The immediate culprit that Hockney names is the photograph. We err if we identify its evidence-packed surface with our own lived experience, because “the camera sees geometrically but we see psychologically.” But Hockney argues that this geometrization did not begin in 1839, when the invention of photography was announced: rather, Filippo Brunelleschi and Leon Battista Alberti had devised the prison over four centuries earlier, when they developed the principle of single-point perspective implicit in any “account of looking at something” isolated by a fixed frame, whether that frame belongs to a camera lens or to the pictorial “open window” of which Alberti wrote.
Hockney’s hypothesis, first aired in Secret Knowledge (2001), is that the Western painting tradition from the fifteenth century onward leaned heavily but covertly on the visual texture of images isolated in this way and transcribed by artists from lens or mirror projections. One route by which artists might escape the resulting constriction of vision was by merging many transcribed projections into a continuous but nongeometrical composite. This, Hockney contends, is what we encounter in the high-definition paintings of Van Eyck or Caravaggio, which he regards as analogues to his own so-called “joiners.” More radical alternatives were offered at one end of art history by Picasso—for Hockney, his Cubism is an invigorating ruffling of the tradition’s otherwise glass-smooth picture surface—and at another by Chinese landscape handscrolls with their ever-roving viewpoints.
These were alternatives toward which Hockney turned in the paintings of his middle age. The retrospective includes a big jumbled interior, assimilating his Los Angeles house to Picasso’s Juan-les-Pins, and accounts of road journeys in which California and Yorkshire get remodeled as the Yangtze valley. They are weirdly unhappy projects. The old Chinese painters liked to invite the mind in, their emptinesses and near monochromes allowing it to roam without hindrance. By contrast, color in painting’s twentieth-century mainstream opted to blare boldly outward, the canvas as boombox.
This opposition of etiquettes was instinctively resolved when the younger Hockney detained cheeky gatecrashers—that carnation pink, for instance—within an affable foyer of off-white or raw linen. But a winding roadway sent through jangly patchwork topographies of viridian, orange, and cobalt presents viewers with little but sullen noise, neither welcoming nor challenging. The only way to move on from this, so it seems, was to pump up the volume. Hockney’s canvases of the Grand Canyon from the late 1990s glower vast and inert in their supersaturated reds, textbook demonstrations of the adage “more is less.” Hockney has been ever-nimble with a line, and a natural with every newly arrived technology (as a selection of merry little iPad drawings displays*), but at this stage, someone should have taken out an injunction to forbid him access to paint tubes.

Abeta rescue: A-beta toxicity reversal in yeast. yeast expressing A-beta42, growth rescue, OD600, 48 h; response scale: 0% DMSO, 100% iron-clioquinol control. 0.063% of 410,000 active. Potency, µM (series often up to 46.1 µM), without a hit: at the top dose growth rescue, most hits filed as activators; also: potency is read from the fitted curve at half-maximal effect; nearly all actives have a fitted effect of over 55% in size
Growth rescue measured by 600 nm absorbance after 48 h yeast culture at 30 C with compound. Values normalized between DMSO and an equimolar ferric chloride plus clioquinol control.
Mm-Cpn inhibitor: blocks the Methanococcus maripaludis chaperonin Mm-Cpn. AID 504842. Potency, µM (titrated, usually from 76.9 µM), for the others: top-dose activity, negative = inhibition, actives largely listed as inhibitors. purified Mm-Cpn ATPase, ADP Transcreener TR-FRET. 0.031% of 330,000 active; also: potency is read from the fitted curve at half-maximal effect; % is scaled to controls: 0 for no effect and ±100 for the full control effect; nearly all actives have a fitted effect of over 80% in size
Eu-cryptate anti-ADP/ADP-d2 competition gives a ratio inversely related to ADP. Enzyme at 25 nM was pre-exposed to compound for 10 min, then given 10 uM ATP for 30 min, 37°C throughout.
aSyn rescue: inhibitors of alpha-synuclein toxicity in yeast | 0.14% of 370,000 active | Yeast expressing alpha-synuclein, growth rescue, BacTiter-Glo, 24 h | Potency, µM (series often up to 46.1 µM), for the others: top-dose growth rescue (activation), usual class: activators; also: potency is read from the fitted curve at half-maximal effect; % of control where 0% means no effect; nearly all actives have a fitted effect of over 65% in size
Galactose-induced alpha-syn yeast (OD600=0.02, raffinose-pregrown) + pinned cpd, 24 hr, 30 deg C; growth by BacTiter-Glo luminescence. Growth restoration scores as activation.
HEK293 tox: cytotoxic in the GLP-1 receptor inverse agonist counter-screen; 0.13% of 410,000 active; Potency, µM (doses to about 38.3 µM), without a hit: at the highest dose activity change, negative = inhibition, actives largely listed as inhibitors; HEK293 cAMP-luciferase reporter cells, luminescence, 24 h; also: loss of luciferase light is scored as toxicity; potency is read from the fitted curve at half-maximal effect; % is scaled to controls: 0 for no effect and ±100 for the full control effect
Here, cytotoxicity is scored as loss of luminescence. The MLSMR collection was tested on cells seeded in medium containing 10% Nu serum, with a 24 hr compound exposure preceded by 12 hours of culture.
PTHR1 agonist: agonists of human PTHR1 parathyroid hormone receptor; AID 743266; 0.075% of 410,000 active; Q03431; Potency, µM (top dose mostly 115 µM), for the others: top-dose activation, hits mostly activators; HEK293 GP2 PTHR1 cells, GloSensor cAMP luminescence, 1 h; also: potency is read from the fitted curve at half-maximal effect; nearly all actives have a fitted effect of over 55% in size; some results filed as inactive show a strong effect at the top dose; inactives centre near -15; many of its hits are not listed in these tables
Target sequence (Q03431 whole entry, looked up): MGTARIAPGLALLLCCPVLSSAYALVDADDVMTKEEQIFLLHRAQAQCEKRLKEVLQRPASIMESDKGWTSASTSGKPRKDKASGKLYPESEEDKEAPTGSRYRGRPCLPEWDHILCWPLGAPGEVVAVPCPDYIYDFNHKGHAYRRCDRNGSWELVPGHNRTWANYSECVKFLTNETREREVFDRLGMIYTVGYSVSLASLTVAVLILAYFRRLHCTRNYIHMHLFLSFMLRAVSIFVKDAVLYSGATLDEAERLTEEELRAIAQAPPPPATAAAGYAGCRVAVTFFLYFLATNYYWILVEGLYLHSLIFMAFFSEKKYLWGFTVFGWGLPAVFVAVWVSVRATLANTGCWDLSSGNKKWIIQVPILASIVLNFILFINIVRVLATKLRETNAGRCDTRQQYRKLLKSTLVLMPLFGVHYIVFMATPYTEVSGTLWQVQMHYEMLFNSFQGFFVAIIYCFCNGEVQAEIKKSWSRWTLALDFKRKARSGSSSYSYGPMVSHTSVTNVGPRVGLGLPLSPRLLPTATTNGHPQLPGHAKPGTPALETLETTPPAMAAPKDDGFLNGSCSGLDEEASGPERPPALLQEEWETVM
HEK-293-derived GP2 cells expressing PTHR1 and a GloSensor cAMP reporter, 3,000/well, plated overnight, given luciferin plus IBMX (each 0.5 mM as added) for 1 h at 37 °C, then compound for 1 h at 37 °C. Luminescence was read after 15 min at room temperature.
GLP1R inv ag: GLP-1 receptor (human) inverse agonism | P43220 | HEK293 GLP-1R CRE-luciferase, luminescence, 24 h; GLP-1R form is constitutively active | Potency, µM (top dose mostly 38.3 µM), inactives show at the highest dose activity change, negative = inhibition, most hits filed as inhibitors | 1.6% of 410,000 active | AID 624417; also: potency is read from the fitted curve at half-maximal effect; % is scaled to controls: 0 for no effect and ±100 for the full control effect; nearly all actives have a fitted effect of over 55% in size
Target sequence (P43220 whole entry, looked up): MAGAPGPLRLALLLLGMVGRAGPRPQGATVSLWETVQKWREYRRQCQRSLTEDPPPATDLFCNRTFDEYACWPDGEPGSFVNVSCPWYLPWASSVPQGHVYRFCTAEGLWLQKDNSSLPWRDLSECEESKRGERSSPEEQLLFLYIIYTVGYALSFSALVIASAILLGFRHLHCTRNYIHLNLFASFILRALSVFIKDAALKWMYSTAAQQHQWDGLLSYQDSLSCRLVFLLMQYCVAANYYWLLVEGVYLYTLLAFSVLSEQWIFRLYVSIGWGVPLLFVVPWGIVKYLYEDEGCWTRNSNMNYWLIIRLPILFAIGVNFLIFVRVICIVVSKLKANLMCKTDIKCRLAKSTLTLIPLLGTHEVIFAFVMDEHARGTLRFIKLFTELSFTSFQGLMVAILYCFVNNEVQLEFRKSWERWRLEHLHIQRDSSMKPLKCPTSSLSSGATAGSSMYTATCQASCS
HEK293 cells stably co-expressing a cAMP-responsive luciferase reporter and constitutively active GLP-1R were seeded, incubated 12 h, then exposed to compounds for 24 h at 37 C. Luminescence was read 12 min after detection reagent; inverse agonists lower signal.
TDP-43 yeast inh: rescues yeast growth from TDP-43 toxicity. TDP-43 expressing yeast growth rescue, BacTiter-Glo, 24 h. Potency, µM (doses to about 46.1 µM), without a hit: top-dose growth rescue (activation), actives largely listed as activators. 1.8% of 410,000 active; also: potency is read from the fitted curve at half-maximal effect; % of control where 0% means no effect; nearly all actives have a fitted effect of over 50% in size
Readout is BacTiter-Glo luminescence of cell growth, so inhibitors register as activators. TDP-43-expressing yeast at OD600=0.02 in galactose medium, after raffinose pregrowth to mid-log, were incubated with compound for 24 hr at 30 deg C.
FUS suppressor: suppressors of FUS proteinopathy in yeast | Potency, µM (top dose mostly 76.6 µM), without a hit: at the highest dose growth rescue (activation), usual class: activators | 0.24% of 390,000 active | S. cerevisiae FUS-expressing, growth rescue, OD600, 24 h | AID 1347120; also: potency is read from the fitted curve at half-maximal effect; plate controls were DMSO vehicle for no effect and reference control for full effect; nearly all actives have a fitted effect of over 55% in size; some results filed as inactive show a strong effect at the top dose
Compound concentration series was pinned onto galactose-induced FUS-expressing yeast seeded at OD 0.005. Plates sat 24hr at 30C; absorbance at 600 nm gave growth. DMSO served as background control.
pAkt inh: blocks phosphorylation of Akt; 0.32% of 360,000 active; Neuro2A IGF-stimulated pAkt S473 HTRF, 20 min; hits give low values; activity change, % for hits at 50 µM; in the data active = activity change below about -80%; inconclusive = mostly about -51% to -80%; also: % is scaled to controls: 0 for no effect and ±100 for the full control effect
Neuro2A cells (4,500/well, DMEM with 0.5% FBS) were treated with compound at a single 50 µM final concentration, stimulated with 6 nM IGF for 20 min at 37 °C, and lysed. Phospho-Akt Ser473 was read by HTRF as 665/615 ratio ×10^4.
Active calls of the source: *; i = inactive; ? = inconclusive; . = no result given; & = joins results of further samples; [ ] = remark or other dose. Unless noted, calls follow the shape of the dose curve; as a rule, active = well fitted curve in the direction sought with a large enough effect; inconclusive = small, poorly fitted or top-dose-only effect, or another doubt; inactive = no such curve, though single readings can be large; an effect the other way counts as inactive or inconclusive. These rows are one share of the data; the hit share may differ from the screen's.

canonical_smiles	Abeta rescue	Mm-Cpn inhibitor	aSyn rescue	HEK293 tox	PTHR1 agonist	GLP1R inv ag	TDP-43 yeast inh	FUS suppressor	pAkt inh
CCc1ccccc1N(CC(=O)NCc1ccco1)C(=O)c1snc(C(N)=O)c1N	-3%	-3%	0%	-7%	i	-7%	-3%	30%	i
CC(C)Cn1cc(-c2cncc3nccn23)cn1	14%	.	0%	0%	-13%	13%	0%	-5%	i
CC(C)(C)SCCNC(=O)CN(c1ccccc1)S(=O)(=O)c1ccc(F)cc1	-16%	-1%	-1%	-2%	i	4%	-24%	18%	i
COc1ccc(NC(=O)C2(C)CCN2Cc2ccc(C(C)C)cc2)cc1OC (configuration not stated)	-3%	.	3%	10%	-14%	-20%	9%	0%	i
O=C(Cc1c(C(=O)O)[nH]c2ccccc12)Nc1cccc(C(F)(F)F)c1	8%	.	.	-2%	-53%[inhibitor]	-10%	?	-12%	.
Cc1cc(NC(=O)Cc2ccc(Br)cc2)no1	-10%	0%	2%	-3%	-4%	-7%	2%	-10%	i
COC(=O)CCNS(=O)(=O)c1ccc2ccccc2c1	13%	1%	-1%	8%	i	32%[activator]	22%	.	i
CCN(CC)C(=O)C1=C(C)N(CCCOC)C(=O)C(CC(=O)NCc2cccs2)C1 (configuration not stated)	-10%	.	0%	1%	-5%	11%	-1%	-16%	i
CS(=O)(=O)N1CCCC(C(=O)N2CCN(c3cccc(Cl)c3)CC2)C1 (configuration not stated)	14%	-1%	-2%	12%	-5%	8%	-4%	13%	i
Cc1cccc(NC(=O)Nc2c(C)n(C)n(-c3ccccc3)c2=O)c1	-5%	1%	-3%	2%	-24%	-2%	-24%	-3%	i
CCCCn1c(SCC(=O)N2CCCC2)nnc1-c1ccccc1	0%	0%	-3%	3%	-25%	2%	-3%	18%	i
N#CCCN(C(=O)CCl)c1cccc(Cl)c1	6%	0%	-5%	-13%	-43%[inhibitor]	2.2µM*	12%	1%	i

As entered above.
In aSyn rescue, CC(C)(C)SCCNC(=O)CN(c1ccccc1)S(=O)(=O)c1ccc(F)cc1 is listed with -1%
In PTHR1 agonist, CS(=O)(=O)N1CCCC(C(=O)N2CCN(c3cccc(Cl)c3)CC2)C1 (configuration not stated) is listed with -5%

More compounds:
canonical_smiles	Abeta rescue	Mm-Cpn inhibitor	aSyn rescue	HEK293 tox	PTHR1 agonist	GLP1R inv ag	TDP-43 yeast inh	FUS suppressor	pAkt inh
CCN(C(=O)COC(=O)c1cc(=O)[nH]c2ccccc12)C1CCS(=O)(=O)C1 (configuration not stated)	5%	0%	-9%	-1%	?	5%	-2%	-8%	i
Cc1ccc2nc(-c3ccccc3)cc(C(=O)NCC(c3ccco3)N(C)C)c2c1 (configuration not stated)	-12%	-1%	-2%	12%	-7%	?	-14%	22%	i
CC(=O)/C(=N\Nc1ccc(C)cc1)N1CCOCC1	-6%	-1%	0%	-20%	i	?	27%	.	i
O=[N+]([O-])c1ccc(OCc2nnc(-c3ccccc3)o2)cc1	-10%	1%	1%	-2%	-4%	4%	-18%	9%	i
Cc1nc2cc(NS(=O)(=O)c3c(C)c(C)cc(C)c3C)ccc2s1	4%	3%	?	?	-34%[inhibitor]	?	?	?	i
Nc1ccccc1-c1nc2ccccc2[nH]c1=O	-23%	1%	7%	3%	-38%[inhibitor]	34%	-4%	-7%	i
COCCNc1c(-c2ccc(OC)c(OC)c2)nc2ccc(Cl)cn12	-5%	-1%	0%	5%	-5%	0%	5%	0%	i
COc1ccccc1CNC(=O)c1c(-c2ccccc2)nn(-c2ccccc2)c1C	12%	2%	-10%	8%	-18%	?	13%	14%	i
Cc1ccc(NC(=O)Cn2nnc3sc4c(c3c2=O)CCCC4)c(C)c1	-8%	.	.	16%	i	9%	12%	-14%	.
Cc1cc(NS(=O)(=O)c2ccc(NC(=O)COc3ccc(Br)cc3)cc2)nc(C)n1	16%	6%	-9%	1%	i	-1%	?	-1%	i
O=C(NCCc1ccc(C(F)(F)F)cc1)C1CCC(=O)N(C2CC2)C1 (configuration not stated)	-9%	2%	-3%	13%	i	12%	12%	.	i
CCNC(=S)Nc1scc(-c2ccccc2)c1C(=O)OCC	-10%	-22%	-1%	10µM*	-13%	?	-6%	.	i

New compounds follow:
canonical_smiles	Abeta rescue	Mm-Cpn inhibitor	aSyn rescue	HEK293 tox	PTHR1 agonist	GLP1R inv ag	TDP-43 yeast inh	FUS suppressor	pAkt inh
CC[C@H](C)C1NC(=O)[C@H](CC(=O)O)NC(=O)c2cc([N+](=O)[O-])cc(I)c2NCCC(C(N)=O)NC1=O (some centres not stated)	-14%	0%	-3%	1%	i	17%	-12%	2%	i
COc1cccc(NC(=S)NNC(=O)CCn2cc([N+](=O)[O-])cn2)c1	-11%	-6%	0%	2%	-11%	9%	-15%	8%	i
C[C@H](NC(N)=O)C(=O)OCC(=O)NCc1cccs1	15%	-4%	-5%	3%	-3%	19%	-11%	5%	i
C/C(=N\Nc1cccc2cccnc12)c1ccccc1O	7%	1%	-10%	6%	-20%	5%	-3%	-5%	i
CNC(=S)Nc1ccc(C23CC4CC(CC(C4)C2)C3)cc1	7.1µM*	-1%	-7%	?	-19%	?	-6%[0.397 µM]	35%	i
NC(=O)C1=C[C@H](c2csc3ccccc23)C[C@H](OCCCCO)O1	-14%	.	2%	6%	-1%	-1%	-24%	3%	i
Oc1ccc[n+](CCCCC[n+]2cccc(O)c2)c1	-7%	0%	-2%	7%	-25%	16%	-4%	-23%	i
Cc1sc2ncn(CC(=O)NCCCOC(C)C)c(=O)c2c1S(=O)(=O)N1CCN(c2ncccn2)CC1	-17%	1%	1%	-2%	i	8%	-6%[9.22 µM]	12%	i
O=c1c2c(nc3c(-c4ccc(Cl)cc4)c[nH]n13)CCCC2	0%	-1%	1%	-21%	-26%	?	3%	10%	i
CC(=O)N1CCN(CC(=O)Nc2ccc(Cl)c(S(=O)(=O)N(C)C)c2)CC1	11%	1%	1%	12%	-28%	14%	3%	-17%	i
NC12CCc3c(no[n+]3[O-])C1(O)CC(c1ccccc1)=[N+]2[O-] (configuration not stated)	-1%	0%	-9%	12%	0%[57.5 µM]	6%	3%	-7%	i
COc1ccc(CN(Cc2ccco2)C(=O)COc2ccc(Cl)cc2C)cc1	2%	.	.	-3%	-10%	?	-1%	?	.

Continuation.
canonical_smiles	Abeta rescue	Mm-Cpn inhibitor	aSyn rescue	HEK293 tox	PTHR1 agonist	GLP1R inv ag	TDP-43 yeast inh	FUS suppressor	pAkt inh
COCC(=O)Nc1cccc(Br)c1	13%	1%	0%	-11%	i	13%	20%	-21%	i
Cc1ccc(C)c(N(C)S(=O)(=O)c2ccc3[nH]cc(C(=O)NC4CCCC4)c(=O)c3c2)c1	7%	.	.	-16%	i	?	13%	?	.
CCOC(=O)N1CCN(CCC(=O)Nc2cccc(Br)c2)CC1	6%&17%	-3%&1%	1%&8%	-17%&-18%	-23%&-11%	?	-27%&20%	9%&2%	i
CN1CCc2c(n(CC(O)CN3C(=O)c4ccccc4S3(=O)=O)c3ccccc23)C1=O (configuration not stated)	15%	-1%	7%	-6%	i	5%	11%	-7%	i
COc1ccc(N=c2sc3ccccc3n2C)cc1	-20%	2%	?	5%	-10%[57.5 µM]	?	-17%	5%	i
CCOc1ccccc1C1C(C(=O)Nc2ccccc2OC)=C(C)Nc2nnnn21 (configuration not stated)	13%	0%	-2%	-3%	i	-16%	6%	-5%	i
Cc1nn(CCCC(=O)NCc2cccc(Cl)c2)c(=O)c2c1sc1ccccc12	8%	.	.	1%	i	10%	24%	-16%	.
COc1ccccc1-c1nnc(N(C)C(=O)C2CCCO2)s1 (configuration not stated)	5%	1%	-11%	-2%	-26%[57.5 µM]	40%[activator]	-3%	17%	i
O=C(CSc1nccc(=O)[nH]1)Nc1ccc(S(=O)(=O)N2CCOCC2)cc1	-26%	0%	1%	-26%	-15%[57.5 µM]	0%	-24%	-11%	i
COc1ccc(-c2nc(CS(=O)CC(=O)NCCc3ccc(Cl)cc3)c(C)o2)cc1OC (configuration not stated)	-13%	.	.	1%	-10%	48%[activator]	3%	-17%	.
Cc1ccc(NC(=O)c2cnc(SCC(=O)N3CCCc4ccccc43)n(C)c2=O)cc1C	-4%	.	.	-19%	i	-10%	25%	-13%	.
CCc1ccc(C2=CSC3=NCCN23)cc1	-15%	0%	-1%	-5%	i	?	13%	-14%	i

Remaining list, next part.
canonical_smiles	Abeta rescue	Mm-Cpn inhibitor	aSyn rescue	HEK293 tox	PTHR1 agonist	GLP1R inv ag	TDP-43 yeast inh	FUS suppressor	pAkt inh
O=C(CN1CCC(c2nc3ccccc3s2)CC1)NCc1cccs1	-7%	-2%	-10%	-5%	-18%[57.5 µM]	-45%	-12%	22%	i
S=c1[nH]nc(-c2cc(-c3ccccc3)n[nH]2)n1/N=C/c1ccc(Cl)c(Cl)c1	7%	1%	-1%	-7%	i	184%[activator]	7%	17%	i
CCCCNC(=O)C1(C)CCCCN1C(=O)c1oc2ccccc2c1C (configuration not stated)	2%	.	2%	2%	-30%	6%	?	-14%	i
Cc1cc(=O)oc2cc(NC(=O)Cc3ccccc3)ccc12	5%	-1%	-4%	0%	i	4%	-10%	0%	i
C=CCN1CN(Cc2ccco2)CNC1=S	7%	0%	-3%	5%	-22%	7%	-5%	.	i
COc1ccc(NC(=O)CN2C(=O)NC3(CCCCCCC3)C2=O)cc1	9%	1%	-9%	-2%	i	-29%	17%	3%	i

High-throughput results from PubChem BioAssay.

How did such an honorable hard worker, one so alert to others’ high achievements, hit his head against this wall? Perhaps the problem arose out of romantic disappointment with the medium that had been so helpful to him in the happy paintings of his youth. “Photography has failed,” Hockney roundly declared afterward, when asked what was wrong with it: failed by comparison to handscroll painting in relaying lived experience and failed by comparison to oil painting in delivering memorable images. These, I note, are not expectations placed on photography by other painters of Hockney’s era. Gerhard Richter, Luc Tuymans, and others have been interested in camera images exactly because of their otherness from subjective vision and their haunting lack of substance.
Hockney, however, wants all images, however produced, to commit to a felt-for, moved-through world—for there is ultimately no other, he likes to think. “‘Reality’ is a slippery concept…because it is not separate from us,” he writes in A History of Pictures. The book is partly a lover’s quarrel with a seductive lens image suspected of backsliding on that commitment. At one moment in its informal but more or less chronological interpretation of art history, the camera obscura is credited with lending an added precision to the shadows in Chardin’s miraculous still lifes: three pages later, it gets blamed for the “dullness” of Thomas Jones’s Italian vistas.